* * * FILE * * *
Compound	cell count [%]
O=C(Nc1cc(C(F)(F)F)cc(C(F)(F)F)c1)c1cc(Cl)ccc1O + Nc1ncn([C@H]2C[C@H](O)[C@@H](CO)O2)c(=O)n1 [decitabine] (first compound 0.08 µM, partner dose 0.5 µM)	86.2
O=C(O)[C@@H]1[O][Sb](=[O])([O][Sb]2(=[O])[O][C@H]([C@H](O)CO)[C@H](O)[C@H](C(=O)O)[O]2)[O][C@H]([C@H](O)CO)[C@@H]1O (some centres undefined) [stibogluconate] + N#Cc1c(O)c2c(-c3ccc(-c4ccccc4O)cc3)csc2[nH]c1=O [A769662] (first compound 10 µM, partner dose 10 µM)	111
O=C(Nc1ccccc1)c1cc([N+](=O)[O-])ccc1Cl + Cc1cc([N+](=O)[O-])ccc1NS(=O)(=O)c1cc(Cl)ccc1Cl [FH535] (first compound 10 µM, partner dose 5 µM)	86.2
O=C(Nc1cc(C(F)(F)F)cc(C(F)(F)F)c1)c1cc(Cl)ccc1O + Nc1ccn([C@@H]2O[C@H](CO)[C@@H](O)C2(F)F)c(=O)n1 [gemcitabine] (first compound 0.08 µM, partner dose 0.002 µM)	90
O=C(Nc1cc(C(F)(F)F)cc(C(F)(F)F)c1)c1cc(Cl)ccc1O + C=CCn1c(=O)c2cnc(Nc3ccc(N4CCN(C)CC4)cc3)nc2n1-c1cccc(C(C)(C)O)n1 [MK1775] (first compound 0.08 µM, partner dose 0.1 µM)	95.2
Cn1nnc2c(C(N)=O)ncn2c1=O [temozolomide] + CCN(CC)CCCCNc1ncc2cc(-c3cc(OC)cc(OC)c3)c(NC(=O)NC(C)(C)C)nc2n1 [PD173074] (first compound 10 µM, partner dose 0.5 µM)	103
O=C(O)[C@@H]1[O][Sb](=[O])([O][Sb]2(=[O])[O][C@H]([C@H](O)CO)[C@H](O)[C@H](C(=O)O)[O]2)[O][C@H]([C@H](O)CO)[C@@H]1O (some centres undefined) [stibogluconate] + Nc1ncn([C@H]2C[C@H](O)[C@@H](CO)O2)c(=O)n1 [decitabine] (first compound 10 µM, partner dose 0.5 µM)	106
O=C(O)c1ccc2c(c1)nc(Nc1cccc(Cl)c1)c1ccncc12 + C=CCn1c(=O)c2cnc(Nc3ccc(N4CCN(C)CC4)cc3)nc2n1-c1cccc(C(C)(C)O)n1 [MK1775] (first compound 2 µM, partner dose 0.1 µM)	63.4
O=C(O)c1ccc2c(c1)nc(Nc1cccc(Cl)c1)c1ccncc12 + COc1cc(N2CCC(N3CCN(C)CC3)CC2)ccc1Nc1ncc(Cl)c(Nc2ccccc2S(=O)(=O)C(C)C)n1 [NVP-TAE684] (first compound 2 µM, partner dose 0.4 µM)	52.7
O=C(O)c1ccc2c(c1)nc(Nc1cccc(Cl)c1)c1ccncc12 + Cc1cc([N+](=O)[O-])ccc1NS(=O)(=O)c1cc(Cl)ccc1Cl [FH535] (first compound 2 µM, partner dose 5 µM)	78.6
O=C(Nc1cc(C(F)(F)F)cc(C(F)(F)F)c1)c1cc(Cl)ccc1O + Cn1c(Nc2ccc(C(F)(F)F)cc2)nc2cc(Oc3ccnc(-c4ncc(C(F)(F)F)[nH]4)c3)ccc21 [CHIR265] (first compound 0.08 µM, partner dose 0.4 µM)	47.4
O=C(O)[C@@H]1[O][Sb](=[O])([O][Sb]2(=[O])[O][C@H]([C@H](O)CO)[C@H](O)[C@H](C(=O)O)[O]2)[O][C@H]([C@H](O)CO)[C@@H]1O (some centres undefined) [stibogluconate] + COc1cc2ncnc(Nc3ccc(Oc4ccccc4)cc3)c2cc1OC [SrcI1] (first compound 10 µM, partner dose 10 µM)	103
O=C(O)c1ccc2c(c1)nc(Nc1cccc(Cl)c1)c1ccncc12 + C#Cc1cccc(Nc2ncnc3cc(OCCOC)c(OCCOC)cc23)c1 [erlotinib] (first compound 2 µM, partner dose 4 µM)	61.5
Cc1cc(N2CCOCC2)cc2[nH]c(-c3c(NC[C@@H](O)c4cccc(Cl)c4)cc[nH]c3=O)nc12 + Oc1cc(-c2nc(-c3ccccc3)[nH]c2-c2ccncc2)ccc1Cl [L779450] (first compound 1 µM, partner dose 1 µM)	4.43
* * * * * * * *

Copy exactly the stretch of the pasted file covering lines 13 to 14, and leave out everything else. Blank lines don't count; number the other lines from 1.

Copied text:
O=C(O)[C@@H]1[O][Sb](=[O])([O][Sb]2(=[O])[O][C@H]([C@H](O)CO)[C@H](O)[C@H](C(=O)O)[O]2)[O][C@H]([C@H](O)CO)[C@@H]1O (some centres undefined) [stibogluconate] + COc1cc2ncnc(Nc3ccc(Oc4ccccc4)cc3)c2cc1OC [SrcI1] (first compound 10 µM, partner dose 10 µM)	103
O=C(O)c1ccc2c(c1)nc(Nc1cccc(Cl)c1)c1ccncc12 + C#Cc1cccc(Nc2ncnc3cc(OCCOC)c(OCCOC)cc23)c1 [erlotinib] (first compound 2 µM, partner dose 4 µM)	61.5